Security camera footage helps police catch North Berkeley ‘Peeping Tom’

Pedro Jacobo, 55, of Oakland was arrested Wednesday. Photo: BPD

A man caught recently on video “creeping and peeping” outside a North Berkeley woman’s window was arrested Wednesday morning with the help of surveillance footage, according to community and police reports.

Pedro Jacobo, 55, of Oakland was arrested on suspicion of prowling and theft, BPD said, after the woman called police to report him outside her home in the 1300 block of Delaware Street. She was on alert because it wasn’t the first time this month she had seen him poking around. Officers flooded the area and took Jacobo into custody, according to a Nixle statement released Wednesday by BPD.

As it happened, officers had just watched security camera footage of the man’s prior suspicious behavior during the morning briefing at the Berkeley Police Department, authorities said. Officers who responded to Delaware Street, near Acton Street, recognized Jacobo from that footage and took him into custody without incident.

The woman told Berkeleyside earlier this week about the disturbing prowler outside her home. It had all started Saturday, March 3, she said, when she had been startled to see a man peering into her bedroom window. It was 6:30 a.m. and he was inside her fenced yard. She screamed when she saw him, and he ran off, police said.


The woman said the same man showed up again Monday, again at about 6:30 a.m. This time, he was caught on video walking slowly around the building and looking into one of her windows.

“He was back but I had mounted 4 security cameras around my house last week,” she wrote in an email to Berkeleyside. “I got some good footage of him creeping and peeping. He notices a camera at one point, it’s right in his face. Later he steals it, but it was worth it! It’s easy to get good stills from it.”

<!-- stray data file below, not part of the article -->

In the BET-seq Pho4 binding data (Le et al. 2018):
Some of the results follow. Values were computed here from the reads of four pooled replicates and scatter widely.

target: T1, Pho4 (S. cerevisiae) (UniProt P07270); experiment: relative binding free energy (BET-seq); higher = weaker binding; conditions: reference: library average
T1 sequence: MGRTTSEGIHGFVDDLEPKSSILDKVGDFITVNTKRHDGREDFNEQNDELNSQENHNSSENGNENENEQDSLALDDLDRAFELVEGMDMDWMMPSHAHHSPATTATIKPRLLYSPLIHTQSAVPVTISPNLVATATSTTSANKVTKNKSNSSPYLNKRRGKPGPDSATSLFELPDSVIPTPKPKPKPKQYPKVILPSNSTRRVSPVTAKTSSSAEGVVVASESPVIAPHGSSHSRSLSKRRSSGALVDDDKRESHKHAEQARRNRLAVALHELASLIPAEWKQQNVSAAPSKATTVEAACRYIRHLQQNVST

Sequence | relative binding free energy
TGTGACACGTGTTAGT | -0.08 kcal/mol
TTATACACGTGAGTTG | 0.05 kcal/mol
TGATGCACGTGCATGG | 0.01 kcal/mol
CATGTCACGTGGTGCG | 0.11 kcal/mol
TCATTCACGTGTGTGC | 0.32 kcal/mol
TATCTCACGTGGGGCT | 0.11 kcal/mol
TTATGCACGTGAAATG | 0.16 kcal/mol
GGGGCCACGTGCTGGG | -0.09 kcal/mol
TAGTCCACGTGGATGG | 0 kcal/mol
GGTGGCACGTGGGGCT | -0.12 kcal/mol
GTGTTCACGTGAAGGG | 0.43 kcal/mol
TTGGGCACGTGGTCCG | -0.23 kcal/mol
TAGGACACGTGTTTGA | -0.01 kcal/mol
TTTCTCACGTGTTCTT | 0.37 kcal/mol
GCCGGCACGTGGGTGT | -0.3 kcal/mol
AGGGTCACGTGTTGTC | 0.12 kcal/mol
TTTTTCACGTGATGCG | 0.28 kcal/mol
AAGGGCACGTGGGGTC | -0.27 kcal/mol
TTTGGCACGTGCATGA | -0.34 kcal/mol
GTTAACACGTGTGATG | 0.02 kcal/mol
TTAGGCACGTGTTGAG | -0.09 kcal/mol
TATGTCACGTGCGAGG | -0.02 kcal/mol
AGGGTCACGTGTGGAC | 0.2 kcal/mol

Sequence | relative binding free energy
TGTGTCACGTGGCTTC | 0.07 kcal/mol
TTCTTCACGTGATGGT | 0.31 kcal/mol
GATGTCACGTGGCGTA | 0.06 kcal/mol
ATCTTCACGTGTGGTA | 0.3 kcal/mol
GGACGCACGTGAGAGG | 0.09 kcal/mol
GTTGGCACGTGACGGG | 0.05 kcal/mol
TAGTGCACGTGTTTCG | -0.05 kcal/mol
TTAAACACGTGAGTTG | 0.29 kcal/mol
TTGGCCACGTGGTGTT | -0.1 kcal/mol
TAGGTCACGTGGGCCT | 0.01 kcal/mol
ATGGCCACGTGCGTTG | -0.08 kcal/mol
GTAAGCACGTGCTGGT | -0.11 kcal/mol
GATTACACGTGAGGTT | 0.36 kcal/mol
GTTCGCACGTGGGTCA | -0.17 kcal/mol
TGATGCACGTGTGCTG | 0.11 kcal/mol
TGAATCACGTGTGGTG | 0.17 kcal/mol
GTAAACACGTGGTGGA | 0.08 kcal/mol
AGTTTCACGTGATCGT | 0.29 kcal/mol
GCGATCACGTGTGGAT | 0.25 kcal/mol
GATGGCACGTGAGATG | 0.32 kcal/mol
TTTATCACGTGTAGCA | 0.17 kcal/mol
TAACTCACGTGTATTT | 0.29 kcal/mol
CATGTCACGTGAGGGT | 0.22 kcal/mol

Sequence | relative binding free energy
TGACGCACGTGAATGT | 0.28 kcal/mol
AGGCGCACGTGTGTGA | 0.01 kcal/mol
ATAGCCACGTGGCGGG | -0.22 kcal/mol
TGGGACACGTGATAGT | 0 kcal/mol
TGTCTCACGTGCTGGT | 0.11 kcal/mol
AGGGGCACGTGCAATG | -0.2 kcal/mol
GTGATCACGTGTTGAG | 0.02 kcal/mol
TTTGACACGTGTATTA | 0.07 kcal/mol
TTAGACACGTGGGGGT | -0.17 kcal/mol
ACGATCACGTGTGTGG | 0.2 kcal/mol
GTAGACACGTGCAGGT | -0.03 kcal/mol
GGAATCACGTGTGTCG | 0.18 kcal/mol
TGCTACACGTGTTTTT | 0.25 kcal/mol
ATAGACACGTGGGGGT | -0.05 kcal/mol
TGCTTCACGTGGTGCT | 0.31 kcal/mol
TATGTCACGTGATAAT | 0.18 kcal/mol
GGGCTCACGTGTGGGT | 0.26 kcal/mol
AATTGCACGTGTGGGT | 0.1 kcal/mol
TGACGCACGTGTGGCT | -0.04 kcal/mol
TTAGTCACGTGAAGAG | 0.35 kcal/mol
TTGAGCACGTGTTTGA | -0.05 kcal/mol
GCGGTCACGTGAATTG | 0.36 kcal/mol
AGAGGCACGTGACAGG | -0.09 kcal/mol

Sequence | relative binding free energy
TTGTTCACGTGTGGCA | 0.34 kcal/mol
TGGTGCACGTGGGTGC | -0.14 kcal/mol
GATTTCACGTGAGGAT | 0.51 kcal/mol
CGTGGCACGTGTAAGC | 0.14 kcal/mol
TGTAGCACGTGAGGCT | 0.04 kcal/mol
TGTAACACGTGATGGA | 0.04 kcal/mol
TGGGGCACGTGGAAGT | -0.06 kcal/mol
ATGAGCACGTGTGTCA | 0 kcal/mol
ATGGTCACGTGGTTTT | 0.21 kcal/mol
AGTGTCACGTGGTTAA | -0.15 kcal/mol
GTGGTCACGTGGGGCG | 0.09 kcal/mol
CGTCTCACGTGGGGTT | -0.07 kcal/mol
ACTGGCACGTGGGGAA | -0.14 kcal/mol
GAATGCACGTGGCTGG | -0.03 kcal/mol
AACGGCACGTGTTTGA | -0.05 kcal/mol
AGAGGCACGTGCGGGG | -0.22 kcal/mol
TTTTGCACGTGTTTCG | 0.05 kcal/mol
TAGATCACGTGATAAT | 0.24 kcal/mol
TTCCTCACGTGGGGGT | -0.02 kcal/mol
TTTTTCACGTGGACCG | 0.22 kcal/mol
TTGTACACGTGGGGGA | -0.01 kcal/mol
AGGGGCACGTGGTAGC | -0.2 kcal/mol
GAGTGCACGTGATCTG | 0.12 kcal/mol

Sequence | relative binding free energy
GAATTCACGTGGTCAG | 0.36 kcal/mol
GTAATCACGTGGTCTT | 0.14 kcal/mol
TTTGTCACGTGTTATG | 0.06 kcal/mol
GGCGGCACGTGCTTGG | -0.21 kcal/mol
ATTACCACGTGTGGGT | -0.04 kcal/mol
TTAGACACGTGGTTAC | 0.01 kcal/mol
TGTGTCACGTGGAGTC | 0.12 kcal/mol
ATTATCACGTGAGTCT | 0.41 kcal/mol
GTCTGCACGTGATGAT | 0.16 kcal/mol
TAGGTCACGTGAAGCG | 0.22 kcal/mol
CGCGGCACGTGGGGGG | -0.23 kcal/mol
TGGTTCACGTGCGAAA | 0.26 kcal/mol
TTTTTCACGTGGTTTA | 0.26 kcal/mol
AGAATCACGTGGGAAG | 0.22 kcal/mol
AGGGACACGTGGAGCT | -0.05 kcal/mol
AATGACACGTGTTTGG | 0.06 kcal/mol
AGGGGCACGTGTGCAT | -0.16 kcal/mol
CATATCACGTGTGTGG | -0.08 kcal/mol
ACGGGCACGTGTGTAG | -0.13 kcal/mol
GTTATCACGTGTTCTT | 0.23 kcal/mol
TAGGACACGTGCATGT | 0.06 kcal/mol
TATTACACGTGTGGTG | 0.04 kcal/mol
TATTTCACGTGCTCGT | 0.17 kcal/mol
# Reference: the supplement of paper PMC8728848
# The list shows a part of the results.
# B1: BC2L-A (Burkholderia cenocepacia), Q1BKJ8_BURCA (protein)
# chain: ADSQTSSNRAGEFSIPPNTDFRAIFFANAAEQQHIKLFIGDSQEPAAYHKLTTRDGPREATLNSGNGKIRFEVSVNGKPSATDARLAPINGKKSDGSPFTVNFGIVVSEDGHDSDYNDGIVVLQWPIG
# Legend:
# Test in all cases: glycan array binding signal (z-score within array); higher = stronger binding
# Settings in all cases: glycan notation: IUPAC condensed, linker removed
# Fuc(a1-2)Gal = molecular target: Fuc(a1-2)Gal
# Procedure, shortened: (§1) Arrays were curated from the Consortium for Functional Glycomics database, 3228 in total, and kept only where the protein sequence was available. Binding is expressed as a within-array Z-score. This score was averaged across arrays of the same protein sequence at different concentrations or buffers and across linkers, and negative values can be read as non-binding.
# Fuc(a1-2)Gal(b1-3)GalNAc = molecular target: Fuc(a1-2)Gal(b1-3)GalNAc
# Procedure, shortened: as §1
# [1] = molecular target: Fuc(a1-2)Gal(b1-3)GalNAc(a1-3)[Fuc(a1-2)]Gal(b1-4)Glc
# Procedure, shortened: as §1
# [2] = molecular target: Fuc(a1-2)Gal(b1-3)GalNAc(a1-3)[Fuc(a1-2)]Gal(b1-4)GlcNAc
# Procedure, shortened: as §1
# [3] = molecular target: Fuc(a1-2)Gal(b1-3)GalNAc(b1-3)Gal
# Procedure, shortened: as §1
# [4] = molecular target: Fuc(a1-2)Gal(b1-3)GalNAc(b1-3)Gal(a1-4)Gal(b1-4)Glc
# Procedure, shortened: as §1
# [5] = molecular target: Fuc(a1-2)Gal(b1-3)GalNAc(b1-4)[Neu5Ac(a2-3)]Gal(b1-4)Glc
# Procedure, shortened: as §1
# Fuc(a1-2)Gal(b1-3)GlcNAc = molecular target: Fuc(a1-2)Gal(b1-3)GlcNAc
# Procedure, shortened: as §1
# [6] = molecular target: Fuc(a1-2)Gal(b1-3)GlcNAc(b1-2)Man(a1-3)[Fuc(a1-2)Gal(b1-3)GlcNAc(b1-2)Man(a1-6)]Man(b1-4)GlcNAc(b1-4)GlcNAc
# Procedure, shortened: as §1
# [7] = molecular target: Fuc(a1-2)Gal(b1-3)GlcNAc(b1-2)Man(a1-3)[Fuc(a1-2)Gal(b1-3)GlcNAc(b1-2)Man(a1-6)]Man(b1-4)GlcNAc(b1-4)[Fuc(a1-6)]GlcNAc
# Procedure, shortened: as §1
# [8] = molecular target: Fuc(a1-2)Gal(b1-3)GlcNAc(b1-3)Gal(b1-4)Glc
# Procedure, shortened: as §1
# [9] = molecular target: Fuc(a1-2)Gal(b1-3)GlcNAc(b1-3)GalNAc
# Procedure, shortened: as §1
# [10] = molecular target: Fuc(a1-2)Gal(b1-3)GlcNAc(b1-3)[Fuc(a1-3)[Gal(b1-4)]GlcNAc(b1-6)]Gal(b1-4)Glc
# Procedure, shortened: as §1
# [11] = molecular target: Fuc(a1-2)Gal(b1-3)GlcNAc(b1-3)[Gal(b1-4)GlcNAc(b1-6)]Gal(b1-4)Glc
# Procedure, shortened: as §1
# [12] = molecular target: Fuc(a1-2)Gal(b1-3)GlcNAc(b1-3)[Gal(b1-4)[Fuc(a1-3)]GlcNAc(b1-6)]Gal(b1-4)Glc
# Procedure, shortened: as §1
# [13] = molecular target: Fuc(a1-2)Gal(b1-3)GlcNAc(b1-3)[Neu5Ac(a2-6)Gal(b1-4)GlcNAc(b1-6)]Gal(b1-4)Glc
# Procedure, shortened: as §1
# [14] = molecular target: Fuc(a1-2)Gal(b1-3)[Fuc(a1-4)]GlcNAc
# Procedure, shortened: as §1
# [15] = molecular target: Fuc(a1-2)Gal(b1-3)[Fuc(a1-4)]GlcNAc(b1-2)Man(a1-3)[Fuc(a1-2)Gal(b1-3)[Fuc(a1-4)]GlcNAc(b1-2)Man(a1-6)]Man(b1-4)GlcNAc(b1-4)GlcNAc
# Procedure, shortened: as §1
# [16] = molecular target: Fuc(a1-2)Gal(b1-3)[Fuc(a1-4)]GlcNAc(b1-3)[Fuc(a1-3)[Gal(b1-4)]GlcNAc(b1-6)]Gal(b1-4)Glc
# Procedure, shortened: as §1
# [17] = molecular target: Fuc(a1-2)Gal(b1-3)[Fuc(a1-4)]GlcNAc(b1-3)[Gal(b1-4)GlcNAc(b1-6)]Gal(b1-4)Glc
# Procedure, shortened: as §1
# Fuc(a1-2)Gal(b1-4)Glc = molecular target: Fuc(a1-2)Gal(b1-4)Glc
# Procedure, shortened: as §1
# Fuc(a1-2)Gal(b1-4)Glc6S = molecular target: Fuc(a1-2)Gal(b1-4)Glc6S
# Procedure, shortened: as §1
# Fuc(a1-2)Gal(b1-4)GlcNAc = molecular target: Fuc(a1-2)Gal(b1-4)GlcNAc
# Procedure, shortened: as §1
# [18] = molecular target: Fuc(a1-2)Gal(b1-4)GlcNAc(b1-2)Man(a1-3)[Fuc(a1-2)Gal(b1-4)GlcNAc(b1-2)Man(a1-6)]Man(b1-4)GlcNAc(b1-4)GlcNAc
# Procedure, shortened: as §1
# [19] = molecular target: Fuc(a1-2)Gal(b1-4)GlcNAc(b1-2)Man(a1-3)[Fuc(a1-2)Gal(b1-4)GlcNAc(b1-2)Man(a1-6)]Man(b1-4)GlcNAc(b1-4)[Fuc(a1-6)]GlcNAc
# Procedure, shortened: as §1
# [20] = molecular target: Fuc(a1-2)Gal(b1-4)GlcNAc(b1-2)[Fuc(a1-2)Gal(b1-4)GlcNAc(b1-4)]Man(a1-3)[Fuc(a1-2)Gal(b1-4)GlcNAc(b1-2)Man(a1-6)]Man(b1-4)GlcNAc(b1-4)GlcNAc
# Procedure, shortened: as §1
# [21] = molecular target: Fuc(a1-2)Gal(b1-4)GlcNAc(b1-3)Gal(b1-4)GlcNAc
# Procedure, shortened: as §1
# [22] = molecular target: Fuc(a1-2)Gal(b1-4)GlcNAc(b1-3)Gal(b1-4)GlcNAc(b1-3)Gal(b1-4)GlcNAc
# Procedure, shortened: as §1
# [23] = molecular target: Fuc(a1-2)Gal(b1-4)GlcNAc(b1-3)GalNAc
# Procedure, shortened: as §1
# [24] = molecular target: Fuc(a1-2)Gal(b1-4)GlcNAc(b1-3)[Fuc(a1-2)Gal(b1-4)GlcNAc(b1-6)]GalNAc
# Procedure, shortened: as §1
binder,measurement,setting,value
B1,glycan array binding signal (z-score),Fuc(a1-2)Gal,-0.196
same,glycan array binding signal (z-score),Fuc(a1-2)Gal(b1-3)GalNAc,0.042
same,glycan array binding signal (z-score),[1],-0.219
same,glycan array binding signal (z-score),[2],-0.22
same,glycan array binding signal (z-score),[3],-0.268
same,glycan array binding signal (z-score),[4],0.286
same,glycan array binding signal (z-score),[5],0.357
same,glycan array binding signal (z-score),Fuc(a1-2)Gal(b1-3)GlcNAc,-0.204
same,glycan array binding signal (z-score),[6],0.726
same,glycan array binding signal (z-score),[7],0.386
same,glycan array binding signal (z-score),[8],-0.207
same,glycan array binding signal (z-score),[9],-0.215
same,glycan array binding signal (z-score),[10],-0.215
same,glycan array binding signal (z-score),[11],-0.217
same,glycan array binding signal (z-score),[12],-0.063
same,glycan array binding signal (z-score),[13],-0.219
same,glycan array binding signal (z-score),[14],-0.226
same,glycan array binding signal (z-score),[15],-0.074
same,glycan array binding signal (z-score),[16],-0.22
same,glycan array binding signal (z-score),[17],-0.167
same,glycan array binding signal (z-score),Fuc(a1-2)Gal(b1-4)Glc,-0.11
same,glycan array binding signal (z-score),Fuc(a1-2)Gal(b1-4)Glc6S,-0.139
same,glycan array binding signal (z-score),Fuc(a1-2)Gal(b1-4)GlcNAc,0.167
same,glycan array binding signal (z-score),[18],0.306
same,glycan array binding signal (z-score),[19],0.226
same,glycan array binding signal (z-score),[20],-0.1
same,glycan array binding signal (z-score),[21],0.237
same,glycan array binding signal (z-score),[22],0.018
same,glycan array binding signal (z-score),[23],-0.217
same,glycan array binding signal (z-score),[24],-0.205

Police said, in the incident Monday, the man can be seen on video looking into the woman’s window. He then notices a video camera and takes it before leaving the yard.

Before Wednesday’s arrest, the woman had already shared her story and surveillance videos with neighbors on private social network NextDoor. She said she shared the footage because she was hoping the man, a “super creepy” “Peeping Tom,” could be identified.

One of those neighbors alerted Berkeleyside to the arrest Wednesday, and said she thought the woman had taken just the right steps to address the situation.

“This is just a couple of blocks from my house,” she wrote. “I [was] so impressed by the homeowner’s quick action.”

Berkeley Police Sgt. Andrew Frankel, department spokesman, said the results of the resident’s efforts speak for themselves.


“As a homeowner or as somebody who felt potentially violated… doing something like purchasing security cameras is a proactive step toward improving your situation,” he said. “And, if it does nothing else, it makes you feel better that you took a positive step toward your own security.”

Frankel said prowling can take place for a number of reasons. Most often, police see it in conjunction with property crimes, such as prowling with the intention of stealing something. But he said that did not seem, from what authorities know at this time, to have been Jacobo’s intentions. Other than the security camera, he never was seen to have taken anything during his repeat visits, Frankel said. Instead, the man focused on peering inside the woman’s window.

BPD said, in the statement Wednesday, that privately-owned security cameras are a “critical tool” that helps BPD identify suspects and solve crimes.

Frankel said those cameras definitely paid off in this case: “She picked a system that worked well and apparently did a bang-up job of installing it.”